Hurwitz: Application Server Market More Than Just BEA, IBM
Accordingto a recent study by analyst firm HurwitzGroup, Oracle Corp.’s applicationserver technology has been deployed in more Global 2000 organizations thaneither BEA Systems Inc.’s WebLogic or IBM Corp.’s WebSphere, signaling the applicationserver market may be more open to competition than is commonly believed.
Thestudy, "Application Server Market Share – A Different Angle," surveyed 150senior-level IT managers in North America in an effort to find the most widelydeployed application server. Hurwitz did not make distinctions between servercapabilities when asking its sample group about deployments. For example,servers with robust features for working with Enterprise JavaBeans, whichOracle’s application server technology did not have prior to the release ofOracle9iAS, were given equal weight to those without. As such, the study foundof the surveyed companies currently using application servers, nearly 37percent use Oracle, as compared to 27 percent for IBM's WebSphere and 17percent for BEA's WebLogic.
Thoughnot based on revenue either, the study shows Oracle has done an excellent jobpenetrating the application server market, says Evan Quinn, chief analyst forHurwitz. However, he says, when looking at “critical applications, you’ll mostdefinitely find more IBM and BEA deployments.”
Oracleis a proven power in the database industry, which Quinn says has made it anattractive vendor for customers in the application server segment. Oracle9i isthe leading installed database technology among enterprise organizations. IBM’sDB2 database offering, while it too has a strong install base, is not asprominent as Oracle9i among enterprise customers. BEA is not a factor in thedatabase market.
Furthermore,Quinn says prior to the release of Oracle9iAS, “Oracle was an inexpensive,convenient way to get your feet wet.” Oracle, he says, used attractive termsand conditions to get organizations to try its application server technology.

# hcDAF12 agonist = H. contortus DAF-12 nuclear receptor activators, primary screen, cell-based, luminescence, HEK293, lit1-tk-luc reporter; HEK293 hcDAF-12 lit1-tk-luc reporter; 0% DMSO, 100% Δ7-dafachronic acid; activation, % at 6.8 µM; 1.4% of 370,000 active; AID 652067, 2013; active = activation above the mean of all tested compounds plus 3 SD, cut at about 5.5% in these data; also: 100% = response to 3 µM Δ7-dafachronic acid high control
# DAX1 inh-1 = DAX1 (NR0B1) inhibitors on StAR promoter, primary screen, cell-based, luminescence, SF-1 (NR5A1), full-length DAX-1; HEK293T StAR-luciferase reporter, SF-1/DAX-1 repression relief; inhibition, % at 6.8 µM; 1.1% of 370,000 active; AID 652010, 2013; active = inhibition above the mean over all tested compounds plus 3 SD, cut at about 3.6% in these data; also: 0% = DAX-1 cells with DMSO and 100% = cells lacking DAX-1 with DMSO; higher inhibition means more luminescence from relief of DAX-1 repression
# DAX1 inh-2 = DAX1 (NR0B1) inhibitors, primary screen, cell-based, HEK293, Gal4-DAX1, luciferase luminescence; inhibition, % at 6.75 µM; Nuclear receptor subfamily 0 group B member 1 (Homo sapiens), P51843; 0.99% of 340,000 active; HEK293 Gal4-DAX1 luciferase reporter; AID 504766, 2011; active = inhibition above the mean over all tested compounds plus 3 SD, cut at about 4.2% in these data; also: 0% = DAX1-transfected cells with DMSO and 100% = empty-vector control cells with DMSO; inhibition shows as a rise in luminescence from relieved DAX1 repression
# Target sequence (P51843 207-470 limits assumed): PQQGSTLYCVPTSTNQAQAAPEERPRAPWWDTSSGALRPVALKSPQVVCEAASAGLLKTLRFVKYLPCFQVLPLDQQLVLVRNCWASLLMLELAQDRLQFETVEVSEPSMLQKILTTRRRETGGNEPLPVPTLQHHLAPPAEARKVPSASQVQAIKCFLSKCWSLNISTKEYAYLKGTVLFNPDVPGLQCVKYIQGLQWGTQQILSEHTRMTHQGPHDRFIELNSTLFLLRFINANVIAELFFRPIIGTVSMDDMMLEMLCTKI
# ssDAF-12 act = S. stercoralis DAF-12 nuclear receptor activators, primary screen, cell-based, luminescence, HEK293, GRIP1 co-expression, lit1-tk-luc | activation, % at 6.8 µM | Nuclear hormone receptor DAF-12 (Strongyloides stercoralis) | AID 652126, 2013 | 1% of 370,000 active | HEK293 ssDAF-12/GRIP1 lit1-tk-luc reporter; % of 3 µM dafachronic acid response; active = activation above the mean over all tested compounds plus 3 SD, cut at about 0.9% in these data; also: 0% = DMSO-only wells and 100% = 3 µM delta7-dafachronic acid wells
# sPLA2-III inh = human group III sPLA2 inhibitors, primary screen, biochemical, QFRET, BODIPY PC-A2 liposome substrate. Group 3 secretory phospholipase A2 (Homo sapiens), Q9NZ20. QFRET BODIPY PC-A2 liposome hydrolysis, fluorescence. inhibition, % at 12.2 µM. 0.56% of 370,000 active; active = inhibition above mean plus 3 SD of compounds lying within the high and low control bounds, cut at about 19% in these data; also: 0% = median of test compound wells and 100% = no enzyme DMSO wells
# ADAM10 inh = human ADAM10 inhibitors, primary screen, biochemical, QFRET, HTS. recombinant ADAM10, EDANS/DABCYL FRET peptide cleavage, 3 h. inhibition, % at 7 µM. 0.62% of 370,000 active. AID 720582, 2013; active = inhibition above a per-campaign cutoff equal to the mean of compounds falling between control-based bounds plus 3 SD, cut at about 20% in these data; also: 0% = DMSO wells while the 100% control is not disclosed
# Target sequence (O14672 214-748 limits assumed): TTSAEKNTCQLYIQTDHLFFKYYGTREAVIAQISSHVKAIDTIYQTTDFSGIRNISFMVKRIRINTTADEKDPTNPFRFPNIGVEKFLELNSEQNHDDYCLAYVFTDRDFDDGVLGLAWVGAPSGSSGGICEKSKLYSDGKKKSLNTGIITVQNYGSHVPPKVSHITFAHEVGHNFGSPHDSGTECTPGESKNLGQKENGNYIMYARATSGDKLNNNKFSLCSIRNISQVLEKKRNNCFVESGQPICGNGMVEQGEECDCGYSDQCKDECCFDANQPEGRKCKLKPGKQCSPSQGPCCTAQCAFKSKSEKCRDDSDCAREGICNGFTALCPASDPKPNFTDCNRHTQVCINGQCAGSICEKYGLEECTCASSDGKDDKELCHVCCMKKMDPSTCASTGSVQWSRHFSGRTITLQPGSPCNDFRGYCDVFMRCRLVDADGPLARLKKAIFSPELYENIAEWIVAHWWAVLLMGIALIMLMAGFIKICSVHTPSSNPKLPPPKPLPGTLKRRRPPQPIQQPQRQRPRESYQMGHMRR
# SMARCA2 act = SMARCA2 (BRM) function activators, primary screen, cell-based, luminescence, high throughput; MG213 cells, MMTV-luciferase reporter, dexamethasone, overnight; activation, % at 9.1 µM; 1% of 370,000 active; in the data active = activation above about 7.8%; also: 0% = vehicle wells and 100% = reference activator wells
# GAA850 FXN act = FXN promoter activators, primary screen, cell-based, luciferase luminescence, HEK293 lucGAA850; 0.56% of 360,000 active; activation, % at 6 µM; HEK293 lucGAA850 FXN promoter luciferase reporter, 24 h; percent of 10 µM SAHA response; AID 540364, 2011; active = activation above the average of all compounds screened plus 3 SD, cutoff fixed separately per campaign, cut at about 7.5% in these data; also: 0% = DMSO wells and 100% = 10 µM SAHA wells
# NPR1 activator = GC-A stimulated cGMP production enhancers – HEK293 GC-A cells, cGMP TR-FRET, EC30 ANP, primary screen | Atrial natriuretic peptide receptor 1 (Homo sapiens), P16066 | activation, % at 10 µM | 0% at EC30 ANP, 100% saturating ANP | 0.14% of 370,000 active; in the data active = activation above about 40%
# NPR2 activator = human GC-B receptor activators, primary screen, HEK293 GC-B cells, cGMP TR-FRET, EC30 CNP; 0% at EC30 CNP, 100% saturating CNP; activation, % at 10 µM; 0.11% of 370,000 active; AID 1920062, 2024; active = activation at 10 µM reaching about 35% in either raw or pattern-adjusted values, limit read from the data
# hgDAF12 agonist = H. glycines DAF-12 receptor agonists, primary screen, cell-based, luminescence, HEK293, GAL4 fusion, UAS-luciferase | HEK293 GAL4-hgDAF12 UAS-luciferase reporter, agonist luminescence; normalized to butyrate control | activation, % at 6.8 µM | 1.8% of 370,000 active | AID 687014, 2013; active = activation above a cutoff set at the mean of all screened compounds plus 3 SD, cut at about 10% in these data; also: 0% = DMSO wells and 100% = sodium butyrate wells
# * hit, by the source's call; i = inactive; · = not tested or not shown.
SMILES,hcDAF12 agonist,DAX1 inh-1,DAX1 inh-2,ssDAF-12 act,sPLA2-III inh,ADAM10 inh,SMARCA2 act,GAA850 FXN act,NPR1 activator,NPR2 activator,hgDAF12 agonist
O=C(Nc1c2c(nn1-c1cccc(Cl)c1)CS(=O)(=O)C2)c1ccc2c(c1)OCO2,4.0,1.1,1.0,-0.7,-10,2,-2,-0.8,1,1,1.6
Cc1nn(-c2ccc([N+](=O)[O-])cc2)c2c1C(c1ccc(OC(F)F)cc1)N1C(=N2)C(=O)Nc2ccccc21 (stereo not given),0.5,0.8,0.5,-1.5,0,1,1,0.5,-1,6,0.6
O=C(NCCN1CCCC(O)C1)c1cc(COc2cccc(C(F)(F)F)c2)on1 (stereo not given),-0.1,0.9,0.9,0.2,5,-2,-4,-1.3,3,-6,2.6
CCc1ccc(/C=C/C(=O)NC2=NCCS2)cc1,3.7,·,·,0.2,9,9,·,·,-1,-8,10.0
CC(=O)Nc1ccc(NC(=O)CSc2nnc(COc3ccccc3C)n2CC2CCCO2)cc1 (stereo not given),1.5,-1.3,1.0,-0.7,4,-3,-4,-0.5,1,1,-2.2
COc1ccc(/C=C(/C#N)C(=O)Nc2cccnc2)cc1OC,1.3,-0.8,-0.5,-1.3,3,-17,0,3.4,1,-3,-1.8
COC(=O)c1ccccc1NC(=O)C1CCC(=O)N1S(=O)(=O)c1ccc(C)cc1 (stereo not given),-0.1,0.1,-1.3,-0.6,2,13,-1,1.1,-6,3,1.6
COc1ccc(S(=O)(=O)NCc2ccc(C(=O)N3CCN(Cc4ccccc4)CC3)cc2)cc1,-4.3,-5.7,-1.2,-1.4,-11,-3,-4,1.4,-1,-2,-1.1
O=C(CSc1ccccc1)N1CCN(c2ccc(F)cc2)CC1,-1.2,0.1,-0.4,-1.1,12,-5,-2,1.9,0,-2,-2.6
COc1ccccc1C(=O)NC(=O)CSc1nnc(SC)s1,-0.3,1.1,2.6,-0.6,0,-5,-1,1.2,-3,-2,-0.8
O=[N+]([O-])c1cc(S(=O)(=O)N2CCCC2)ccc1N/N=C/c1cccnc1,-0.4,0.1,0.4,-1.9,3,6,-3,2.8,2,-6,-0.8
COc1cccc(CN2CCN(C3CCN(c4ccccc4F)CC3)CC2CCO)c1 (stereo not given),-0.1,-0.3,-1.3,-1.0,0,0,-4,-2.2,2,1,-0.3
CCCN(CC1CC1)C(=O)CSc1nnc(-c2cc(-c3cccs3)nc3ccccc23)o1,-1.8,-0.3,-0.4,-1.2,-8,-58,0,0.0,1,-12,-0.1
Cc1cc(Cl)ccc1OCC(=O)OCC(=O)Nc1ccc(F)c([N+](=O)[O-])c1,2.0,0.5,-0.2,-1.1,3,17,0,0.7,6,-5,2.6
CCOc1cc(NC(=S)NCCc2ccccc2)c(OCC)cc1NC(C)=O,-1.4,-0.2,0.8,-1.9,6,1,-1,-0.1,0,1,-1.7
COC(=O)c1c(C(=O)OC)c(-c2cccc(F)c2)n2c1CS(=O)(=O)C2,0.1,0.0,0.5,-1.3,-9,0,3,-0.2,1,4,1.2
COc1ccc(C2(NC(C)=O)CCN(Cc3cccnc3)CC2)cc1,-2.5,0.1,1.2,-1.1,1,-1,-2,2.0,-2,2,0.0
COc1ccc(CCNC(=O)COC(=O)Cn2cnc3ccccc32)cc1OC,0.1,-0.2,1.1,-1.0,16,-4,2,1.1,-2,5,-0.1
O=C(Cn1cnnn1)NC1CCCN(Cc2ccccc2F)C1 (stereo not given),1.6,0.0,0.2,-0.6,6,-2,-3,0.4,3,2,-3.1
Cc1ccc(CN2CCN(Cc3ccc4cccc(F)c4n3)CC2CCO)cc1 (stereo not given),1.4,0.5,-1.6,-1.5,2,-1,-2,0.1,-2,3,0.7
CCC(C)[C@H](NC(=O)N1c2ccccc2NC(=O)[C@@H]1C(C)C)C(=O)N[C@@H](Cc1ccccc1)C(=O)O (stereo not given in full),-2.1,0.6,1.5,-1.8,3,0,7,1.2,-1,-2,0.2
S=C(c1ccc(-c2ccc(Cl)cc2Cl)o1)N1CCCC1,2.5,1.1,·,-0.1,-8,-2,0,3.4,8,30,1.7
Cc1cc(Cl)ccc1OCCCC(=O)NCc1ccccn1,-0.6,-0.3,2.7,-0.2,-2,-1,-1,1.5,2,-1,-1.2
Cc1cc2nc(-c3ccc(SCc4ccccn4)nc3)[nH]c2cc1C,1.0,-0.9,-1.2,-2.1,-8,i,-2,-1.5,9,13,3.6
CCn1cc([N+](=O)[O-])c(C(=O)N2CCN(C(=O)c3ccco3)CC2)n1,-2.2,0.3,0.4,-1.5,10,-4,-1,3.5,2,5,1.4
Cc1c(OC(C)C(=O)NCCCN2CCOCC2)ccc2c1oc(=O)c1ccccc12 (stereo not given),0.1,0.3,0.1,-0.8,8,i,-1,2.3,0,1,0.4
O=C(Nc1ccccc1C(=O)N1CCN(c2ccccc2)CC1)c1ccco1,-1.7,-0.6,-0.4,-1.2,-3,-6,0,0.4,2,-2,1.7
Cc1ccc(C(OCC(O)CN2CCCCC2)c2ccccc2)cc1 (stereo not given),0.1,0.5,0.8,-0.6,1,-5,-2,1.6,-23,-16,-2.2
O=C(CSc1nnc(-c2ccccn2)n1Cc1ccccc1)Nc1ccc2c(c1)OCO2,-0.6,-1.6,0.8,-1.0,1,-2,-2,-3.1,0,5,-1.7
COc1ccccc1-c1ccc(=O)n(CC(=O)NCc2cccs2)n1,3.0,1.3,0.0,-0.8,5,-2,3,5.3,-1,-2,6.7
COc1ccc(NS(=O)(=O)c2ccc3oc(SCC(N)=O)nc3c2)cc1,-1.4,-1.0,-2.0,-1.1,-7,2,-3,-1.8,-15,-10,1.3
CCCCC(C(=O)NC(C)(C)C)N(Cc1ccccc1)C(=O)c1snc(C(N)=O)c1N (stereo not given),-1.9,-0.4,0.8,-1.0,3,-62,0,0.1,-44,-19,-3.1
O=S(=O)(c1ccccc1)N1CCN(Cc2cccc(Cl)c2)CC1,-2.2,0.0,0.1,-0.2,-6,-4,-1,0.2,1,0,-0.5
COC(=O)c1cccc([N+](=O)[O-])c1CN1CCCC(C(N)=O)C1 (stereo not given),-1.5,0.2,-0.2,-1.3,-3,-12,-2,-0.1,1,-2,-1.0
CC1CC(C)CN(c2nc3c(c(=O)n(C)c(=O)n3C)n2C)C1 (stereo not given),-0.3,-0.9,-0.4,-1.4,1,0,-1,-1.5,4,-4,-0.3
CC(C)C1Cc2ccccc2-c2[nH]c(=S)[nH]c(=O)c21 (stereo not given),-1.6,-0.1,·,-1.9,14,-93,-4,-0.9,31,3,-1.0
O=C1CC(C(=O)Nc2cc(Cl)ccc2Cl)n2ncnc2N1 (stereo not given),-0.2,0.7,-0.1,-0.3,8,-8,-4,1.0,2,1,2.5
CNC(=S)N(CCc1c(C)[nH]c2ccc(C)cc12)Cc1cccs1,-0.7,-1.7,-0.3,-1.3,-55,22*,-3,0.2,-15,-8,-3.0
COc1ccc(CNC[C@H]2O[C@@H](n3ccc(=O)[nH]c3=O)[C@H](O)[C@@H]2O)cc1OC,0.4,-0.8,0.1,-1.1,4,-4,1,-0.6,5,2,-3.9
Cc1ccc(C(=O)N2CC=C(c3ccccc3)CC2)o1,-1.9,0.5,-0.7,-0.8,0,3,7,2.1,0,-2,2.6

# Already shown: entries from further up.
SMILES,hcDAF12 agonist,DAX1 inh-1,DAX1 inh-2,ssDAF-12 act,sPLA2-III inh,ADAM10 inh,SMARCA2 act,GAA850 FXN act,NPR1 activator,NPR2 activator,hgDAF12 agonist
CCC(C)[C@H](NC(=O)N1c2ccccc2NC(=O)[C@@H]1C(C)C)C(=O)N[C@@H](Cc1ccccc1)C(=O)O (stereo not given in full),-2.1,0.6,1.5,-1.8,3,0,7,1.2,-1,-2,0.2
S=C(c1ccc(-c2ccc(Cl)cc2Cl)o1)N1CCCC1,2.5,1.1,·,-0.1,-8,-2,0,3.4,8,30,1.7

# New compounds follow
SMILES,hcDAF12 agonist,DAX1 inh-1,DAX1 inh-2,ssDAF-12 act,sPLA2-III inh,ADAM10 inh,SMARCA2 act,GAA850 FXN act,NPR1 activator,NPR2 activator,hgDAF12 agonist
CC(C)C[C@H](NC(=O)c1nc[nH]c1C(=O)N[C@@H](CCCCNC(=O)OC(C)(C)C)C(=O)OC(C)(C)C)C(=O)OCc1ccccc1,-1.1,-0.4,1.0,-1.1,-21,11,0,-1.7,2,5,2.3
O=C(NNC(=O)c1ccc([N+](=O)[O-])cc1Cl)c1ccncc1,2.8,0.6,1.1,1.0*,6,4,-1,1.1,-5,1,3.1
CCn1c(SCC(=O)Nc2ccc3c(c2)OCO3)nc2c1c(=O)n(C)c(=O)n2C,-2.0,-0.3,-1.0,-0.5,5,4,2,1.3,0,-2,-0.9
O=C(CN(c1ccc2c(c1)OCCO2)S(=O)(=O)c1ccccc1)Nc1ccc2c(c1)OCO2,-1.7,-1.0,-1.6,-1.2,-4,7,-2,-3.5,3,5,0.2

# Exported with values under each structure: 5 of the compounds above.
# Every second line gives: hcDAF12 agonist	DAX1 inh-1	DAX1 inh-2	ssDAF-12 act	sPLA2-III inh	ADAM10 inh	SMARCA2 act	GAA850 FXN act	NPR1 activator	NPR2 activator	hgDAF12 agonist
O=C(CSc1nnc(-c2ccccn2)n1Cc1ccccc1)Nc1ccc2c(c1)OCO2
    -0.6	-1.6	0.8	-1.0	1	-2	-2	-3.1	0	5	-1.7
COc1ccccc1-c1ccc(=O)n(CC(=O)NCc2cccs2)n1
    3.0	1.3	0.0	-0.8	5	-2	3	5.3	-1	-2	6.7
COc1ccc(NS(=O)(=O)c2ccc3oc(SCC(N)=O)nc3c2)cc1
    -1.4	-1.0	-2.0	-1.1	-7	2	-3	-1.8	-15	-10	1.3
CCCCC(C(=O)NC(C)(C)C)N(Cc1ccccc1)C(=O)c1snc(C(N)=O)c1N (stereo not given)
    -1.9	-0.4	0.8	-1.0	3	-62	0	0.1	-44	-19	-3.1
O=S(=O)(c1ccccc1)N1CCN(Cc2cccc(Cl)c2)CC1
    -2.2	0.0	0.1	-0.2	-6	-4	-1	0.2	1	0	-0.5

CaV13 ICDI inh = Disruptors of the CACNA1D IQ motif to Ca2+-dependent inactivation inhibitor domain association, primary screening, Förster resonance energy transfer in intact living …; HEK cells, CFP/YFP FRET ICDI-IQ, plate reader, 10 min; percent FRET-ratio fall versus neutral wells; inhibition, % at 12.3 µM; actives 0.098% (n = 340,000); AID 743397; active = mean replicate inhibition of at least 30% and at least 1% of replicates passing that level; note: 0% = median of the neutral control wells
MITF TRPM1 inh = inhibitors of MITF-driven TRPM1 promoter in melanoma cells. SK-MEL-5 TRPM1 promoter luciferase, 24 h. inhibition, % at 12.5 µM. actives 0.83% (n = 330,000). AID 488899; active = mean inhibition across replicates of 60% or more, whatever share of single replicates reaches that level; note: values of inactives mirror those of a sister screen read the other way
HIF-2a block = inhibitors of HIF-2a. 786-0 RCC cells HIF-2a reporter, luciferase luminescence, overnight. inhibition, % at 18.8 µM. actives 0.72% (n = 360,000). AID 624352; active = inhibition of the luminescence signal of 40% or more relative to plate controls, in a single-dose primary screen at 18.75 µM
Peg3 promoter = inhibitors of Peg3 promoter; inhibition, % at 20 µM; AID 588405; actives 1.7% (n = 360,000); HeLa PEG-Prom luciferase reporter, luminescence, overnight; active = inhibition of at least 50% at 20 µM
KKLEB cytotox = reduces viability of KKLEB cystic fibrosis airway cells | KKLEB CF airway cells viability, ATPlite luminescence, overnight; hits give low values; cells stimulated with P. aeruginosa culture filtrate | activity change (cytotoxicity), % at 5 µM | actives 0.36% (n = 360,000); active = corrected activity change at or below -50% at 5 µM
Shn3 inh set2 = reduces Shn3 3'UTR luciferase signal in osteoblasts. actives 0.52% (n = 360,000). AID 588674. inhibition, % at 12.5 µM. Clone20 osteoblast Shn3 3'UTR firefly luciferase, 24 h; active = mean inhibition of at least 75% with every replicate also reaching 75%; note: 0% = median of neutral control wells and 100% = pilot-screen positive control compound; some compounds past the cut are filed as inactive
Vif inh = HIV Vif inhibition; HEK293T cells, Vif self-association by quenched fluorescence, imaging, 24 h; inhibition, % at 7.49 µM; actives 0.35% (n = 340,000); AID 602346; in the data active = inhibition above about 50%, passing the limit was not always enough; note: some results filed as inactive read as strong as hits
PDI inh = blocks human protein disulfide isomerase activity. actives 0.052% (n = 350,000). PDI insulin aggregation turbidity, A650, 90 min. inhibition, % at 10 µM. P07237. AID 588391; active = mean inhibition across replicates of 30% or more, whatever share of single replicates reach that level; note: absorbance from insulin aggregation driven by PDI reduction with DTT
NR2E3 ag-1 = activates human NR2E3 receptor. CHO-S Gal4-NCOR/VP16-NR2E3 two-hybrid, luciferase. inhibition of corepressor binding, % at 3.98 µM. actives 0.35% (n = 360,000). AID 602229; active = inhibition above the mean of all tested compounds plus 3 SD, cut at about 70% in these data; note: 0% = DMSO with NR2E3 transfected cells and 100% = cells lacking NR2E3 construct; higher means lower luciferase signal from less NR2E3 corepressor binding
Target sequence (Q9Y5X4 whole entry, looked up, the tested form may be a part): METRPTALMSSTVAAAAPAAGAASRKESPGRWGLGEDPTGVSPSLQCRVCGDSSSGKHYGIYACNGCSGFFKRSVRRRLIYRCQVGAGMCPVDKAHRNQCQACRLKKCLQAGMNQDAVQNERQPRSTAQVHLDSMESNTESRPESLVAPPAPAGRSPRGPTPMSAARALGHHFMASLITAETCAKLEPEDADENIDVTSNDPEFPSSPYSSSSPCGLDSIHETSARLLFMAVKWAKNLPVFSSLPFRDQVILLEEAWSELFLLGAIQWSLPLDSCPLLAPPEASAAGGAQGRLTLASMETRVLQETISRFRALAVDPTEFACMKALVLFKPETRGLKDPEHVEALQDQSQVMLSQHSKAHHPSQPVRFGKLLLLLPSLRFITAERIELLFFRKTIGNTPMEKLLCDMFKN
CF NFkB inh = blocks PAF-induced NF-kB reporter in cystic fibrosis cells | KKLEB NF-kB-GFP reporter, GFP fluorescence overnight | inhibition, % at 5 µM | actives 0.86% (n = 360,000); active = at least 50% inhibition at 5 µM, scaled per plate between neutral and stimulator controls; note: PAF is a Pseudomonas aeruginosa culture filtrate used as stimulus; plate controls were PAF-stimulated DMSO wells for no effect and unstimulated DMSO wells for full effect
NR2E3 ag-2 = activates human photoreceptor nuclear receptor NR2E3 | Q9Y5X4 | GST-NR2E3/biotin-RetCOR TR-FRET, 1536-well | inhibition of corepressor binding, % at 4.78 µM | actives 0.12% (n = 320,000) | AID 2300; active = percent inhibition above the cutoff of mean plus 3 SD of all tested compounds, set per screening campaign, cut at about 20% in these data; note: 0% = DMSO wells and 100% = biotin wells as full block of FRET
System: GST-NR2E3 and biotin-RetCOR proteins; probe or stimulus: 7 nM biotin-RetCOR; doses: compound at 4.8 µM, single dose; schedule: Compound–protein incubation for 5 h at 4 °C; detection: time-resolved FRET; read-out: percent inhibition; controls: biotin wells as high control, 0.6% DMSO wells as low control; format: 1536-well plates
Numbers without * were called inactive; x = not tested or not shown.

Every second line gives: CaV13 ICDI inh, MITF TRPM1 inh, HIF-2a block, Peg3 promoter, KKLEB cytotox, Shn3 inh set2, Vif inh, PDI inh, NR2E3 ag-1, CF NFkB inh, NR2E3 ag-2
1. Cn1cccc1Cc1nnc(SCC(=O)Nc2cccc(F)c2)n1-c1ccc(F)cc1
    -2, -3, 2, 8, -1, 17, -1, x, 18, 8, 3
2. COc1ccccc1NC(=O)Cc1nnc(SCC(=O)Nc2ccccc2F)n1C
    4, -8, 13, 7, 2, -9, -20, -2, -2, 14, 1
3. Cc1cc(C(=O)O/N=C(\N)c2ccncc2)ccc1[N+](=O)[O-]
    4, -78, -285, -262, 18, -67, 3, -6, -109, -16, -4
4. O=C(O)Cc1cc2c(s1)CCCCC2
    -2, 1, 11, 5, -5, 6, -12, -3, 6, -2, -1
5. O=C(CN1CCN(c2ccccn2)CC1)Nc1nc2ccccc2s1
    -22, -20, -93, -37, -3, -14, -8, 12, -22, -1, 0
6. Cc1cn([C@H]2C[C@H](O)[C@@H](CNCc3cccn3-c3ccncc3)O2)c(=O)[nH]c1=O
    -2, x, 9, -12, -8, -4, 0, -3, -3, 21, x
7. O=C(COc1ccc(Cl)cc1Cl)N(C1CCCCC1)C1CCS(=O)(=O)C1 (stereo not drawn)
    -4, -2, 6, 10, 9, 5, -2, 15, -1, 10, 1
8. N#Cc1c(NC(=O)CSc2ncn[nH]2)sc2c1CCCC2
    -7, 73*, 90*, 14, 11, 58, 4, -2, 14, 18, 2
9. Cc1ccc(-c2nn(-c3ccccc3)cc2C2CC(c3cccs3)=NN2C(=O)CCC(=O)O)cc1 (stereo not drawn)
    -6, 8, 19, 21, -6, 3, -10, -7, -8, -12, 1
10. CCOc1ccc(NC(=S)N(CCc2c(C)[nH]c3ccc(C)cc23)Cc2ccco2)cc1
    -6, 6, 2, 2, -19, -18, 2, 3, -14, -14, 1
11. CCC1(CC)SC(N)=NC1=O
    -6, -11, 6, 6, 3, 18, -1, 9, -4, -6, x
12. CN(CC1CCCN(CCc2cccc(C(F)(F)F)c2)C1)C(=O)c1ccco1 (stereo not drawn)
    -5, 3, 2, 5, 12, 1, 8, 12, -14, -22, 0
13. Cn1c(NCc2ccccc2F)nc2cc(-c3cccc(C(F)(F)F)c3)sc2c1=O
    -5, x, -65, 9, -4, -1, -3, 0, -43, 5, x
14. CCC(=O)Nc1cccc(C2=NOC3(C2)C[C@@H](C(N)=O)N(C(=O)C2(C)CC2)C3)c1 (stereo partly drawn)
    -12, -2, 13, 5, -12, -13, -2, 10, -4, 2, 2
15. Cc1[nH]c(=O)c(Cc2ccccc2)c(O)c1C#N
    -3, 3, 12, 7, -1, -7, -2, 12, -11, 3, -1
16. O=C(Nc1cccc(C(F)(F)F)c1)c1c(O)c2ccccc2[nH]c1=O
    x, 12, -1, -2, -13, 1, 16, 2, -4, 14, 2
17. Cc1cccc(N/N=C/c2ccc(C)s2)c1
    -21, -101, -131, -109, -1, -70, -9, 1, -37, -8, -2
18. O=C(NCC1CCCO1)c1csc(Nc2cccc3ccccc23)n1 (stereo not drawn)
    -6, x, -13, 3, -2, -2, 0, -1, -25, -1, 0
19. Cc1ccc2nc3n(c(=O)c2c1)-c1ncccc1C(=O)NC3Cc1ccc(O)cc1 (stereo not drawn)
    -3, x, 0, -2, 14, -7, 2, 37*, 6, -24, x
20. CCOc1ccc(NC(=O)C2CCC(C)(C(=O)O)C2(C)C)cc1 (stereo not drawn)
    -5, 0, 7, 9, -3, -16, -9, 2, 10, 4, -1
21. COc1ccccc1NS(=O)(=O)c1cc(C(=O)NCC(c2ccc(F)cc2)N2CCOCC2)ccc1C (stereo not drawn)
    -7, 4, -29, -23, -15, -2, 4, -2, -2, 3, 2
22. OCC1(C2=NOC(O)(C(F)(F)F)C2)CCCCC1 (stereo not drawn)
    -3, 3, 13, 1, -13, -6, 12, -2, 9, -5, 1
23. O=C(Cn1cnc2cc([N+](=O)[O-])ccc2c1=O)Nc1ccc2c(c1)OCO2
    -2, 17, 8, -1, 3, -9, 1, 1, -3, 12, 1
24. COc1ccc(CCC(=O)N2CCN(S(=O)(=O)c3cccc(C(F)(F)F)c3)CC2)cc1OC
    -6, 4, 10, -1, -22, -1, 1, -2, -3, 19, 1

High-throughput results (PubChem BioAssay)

Still,Quinn says the study’s findings must be considered in perspective. He says mostenterprises have deployed all of the leading application servers in onecapacity or another. What the study does indicate, he says, is that theapplication server market is more than just BEA and IBM.
“Dowe think this has come down to just IBM and BEA, the answer to that is mostcertainly no,” says Quinn. “We think that the market, instead of consolidatingdown to just two, is going to become more balanced.”
Quinnsays BEA, IBM and Oracle are obviously the top three vendors in the applicationserver space at this point. But, he says, other vendors, namely Sun Microsystems,Hewlett-Packard Company and Sybase, aren’t going to disappear.
Ascompetition heats up on the application server front, Quinn expectsmarket-leader BEA to be hit the hardest. In terms of revenue, Quinn says themost recent data compiled by Hurwitz shows IBM has already pulled ahead of BEA.
Quinnsays BEA is in a difficult position because the application server market isevolving to encompass more than just server technology. Much of the ancillaryofferings that are now coming into play in the application server space, saysQuinn, BEA will need to either acquire or build, while other vendors like IBMand Oracle already have these pieces in place.
“As this becomes less an application server market andmore of an application infrastructure market, your historical market leader,BEA, is under the most pressure.” – Matt Migliore